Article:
Every year I am just a bit too early. Too early that is, to see flocks of brilliant blue wings flutter across the prairie skyline making their way to spring nesting spots.
Little handcrafted bird houses sit atop fence lines throughout the roads around Craven, Saskatchewan – especially just east along route 99. And each year, mountain bluebird couples migrate back, often times taking up residence in the same box as years past – that is if they get there before the tree swallows.
This is a time I really look forward to each year. I love the drive there. In fact, those who read my blog regularly know how much I adore driving along prairie roads. It is my Zen and truly one of my favourite pastimes. I don’t even mind the strain I put on my eyes and neck in search of my favourite sign of spring, the return of mountain bluebirds.
The Qu’Appelle Valley and Craven in particular are one of the province’s best spots to catch a glimpse of the pretty birds.
For this year’s annual drive I wasn’t alone. Instead, my seven year old son Finn insisted he tag along. Beyond being an incredible bird spotter, he is a budding photographer and I was really happy about spending some quality time together.
Along the way there was so much beauty to take in as spring slowly ushered out winter. We stopped often to enjoy the view.
Signs of spring (in terms of birds) were evident before hitting the valley. The first hint came from lines of V’s up high in the sky – the geese were back. Then, as we drove through the town of Craven, a few robins zipped back and forth – the first I had seen of the season. But, we knew we had to go a bit further for the bluebirds.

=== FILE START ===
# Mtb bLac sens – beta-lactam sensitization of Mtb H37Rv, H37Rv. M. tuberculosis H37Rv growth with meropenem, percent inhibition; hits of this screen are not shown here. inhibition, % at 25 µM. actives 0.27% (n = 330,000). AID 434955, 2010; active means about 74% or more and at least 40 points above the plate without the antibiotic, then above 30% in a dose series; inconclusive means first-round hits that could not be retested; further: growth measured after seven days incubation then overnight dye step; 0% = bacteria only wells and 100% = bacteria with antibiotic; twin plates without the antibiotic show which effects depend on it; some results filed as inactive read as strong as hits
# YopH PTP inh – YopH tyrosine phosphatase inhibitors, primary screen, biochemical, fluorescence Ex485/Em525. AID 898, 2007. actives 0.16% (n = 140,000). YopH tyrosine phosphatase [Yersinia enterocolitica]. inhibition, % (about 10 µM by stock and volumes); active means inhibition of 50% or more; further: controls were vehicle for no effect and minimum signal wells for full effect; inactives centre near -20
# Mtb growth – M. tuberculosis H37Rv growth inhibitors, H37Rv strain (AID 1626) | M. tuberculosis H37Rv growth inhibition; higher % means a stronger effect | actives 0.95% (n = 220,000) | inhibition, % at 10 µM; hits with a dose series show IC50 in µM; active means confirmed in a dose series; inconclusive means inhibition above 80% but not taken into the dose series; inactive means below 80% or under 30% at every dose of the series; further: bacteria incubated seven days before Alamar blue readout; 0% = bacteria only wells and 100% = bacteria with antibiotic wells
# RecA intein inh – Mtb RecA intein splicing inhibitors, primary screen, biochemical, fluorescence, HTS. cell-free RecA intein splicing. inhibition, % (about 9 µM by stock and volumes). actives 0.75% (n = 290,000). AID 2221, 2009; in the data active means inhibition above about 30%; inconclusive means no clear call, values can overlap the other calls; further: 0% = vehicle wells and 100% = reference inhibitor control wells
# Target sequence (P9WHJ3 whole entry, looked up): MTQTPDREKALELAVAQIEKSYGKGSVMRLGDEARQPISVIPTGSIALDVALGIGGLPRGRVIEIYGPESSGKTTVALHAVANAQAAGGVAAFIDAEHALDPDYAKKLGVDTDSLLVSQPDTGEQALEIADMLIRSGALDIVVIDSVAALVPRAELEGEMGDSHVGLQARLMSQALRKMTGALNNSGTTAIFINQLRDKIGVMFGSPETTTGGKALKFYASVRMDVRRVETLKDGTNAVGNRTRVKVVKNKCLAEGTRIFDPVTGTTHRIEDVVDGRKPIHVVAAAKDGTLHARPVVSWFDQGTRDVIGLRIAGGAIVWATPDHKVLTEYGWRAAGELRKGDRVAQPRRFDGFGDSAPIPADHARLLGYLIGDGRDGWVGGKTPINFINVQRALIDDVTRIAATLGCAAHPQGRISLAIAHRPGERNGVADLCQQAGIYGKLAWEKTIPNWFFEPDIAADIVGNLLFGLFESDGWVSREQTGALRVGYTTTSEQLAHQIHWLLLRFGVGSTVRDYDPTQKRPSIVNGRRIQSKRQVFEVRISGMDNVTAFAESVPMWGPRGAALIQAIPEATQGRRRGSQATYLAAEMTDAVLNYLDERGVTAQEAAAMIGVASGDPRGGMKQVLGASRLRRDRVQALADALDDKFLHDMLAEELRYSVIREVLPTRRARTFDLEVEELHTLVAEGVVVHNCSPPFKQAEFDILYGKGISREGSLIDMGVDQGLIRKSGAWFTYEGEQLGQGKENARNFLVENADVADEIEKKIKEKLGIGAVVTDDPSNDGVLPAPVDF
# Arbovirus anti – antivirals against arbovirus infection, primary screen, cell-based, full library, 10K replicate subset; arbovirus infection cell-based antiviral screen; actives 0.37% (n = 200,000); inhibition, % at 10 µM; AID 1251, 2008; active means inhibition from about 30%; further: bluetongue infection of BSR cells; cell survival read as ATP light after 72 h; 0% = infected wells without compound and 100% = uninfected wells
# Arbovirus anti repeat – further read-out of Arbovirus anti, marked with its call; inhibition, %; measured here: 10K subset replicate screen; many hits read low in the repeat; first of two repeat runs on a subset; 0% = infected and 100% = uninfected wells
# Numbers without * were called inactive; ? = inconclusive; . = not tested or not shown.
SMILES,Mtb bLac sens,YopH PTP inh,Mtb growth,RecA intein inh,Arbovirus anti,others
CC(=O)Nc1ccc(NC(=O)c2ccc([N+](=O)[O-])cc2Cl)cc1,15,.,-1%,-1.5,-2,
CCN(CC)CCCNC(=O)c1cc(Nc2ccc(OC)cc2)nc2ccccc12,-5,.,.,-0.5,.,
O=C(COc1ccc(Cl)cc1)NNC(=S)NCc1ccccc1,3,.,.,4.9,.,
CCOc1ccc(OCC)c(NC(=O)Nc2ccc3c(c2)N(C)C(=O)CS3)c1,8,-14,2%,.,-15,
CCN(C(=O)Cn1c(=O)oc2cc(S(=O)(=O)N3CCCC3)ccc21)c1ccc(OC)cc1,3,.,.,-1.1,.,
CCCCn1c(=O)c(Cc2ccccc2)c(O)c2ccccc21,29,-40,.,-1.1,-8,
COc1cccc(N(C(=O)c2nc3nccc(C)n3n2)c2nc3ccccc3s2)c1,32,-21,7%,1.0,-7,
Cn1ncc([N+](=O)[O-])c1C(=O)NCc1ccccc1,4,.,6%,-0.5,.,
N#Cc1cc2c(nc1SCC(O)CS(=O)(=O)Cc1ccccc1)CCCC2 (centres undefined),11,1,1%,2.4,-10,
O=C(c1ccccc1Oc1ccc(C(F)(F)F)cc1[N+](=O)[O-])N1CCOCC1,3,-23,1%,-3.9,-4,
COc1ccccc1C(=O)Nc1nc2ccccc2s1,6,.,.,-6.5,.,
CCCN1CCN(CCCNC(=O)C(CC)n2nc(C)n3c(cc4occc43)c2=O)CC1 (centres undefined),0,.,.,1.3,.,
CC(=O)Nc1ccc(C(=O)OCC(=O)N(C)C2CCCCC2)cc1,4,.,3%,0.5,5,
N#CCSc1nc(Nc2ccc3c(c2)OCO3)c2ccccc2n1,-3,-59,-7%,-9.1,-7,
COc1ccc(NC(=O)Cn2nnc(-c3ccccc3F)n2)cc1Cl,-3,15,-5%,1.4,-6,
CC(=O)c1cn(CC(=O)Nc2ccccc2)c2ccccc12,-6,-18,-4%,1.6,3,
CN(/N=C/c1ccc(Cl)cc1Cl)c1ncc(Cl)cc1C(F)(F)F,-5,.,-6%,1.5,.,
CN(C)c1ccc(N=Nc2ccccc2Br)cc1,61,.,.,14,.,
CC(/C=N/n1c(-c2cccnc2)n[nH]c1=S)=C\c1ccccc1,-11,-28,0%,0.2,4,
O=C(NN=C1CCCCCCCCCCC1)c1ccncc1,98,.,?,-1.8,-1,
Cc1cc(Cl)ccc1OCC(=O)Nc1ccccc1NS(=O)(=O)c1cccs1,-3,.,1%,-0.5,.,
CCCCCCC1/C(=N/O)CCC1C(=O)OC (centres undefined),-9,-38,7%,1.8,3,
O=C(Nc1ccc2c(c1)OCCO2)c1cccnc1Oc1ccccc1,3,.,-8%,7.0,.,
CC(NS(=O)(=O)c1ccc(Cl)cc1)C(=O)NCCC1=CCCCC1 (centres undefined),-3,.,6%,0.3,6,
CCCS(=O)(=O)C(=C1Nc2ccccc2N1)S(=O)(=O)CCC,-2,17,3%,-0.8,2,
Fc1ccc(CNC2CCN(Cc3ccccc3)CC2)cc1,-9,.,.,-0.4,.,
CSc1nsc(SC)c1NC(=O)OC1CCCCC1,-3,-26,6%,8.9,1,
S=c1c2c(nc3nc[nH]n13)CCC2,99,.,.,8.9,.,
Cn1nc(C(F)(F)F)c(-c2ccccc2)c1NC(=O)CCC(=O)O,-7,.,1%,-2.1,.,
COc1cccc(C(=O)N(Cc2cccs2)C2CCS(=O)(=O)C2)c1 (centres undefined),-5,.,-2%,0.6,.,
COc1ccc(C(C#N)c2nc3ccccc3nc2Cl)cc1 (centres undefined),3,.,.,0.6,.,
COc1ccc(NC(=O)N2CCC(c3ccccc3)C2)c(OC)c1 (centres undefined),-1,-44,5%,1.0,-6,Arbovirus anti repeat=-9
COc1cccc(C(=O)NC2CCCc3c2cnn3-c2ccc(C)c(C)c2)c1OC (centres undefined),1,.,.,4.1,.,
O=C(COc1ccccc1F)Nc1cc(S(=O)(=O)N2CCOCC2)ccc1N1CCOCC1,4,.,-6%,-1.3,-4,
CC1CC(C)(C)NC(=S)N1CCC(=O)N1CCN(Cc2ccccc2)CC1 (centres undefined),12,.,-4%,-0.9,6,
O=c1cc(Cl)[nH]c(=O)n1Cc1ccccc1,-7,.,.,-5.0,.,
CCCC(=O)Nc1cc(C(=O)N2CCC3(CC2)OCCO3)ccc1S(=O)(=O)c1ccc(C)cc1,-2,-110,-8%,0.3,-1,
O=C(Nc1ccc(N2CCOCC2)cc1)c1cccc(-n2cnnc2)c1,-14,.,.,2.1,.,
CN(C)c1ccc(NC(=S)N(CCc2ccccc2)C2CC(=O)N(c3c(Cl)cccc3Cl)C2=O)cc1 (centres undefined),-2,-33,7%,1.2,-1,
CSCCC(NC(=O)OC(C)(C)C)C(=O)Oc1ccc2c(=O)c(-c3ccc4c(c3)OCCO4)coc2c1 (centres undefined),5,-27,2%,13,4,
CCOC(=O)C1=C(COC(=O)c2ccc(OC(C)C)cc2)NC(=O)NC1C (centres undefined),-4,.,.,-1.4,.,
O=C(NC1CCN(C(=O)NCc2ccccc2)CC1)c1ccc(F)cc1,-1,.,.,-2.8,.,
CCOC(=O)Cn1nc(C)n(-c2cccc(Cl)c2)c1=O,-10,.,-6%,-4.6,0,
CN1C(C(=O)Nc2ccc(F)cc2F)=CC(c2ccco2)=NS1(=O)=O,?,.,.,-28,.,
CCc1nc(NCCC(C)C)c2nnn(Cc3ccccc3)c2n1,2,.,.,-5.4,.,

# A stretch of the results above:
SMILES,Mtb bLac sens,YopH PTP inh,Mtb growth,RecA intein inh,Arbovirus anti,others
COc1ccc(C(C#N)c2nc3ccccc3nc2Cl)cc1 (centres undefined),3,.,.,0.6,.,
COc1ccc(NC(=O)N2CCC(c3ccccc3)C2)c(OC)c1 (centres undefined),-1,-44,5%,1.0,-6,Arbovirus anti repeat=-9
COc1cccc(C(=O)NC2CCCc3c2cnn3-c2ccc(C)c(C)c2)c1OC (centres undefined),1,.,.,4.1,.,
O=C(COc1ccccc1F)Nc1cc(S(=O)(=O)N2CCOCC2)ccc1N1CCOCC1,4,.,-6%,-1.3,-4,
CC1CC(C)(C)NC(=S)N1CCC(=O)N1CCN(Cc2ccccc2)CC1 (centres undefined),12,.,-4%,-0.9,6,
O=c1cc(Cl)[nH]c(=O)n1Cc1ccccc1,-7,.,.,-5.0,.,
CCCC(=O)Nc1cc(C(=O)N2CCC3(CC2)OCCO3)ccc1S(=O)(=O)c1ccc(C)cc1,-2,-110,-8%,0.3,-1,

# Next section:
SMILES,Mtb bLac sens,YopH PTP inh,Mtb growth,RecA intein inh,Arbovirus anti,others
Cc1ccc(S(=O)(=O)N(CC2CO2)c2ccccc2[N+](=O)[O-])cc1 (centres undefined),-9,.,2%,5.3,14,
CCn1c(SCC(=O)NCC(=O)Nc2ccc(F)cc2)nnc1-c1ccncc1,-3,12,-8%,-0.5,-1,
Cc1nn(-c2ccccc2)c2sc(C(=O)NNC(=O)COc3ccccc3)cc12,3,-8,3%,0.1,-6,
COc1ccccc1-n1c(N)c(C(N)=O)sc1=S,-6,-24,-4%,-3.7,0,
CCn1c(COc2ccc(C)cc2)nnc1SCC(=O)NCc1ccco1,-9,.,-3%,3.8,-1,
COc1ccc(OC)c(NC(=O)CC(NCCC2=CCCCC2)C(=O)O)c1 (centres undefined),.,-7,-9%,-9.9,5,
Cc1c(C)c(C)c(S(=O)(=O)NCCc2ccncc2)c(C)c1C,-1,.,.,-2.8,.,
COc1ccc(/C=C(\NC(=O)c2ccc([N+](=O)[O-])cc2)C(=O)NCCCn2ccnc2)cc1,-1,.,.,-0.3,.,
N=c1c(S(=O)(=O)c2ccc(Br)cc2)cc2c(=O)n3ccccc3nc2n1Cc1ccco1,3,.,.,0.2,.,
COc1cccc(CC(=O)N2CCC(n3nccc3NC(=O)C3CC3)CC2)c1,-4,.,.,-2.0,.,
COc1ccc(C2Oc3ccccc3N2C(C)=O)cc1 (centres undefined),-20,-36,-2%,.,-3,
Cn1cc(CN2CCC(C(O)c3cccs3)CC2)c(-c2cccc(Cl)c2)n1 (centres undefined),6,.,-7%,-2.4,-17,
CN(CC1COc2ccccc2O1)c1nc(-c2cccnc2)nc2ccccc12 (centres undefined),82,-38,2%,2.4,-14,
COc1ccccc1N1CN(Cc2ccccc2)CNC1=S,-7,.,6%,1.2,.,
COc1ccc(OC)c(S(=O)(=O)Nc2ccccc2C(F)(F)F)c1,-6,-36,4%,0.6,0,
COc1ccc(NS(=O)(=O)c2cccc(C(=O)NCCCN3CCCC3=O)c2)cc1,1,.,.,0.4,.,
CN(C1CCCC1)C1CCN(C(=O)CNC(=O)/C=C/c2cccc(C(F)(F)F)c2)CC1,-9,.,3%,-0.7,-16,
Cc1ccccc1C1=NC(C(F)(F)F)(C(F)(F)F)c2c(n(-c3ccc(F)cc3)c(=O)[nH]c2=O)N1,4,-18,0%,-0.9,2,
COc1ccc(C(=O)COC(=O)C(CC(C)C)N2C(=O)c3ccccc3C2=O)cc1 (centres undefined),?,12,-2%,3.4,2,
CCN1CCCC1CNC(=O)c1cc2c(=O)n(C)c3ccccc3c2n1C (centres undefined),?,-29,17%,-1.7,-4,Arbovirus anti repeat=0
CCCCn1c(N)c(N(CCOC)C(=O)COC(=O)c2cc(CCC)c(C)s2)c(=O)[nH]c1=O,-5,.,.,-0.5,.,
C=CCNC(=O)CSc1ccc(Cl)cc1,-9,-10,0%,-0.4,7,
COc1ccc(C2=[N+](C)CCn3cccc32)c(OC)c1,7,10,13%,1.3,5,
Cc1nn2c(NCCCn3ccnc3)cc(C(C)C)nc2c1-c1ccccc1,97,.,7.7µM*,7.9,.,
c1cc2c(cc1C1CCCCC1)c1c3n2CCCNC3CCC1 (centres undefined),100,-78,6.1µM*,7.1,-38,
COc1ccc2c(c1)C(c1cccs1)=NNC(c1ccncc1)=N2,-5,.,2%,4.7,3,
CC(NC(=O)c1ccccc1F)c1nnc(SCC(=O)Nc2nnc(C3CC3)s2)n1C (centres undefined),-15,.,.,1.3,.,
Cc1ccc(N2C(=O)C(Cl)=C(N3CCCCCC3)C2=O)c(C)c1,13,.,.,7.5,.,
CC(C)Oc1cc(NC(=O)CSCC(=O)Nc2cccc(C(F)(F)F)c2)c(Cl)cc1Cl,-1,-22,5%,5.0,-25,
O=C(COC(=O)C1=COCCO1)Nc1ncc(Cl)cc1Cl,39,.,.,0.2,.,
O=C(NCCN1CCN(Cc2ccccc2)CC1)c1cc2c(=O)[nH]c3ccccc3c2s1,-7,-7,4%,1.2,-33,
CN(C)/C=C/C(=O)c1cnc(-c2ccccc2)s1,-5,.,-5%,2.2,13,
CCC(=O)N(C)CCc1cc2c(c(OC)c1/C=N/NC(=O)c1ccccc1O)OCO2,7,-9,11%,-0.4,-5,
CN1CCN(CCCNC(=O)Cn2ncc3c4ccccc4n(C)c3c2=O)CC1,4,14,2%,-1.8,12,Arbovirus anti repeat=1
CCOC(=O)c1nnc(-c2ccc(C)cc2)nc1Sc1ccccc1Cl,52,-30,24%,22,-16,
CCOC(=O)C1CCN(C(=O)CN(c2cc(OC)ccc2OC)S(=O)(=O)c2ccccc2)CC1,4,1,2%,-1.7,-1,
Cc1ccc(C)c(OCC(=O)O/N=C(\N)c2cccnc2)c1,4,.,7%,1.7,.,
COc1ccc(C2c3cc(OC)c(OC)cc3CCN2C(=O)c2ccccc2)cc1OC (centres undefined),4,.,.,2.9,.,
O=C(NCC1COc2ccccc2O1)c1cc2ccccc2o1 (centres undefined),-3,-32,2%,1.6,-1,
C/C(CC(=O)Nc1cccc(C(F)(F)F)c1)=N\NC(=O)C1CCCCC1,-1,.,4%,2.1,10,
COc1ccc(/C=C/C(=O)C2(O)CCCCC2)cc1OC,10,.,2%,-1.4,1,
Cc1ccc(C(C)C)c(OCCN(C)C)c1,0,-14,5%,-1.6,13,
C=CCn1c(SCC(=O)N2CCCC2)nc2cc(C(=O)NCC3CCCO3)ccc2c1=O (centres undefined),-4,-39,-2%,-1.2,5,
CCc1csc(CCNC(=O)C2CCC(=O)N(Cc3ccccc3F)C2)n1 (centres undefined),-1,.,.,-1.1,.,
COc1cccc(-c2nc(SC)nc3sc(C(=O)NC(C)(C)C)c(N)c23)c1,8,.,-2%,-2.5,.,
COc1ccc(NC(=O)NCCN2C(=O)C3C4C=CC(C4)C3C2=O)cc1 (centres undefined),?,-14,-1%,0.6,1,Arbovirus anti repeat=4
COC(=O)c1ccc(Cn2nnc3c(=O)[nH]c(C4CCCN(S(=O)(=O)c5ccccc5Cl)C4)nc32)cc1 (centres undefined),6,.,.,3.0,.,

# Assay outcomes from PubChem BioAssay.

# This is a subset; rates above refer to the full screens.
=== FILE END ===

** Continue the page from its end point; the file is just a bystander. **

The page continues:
As we worked our way toward route 99 we received a little treat. Flocks of cedar wax wings could be seen in groups of 10-20 in many of the trees. Lacking any leaves, they were easy to spot.
Shortly after, we saw a bright flash of blue and just like that we had spotted the first mountain bluebird of the season – and THEN we spotted his mate. Last year I had only seen a lone male, so this was indeed a treat!
I wasn’t able to get many good shots as nearby, another car had stopped and the bluebirds were quite skittish. As soon as I started making some progress, the other car creeped closer and decided to stick around – and let their dog out to run. Unfortunately, the birds weren’t keen on that decision.
So, we called it a day and counted our blessings for spotting the pair. Next year if I can hold out a bit longer I am sure that we will have even more opportunities to view these magnificent little birds.
As we drove home, we chit-chatted about the experience. When asked which bird he liked best, Finn shared “the blue blue kind was my favourite.”
It was so much fun to have Finn along for the ride. I have been secretly hoping that one of my boys would learn to love birding.
He said he had a lot of fun taking pictures with my camera and I was mighty impressed with how well he wielded a pair of giant binoculars. He said he enjoyed the experience with a nonchalant response of “It was pretty good,” but was also quick to add in his disappointment of not spotting a bald eagle. What can I say? We all have our favourites.
The opportunity to share this passion of mine with my son is amazing. Not only do I get to enjoy his company – seeing his knowledge and appreciation for nature grow, make me so incredibly proud. If there is anything I hope my children will adopt, it is the love and empathy for wildlife and our natural environment.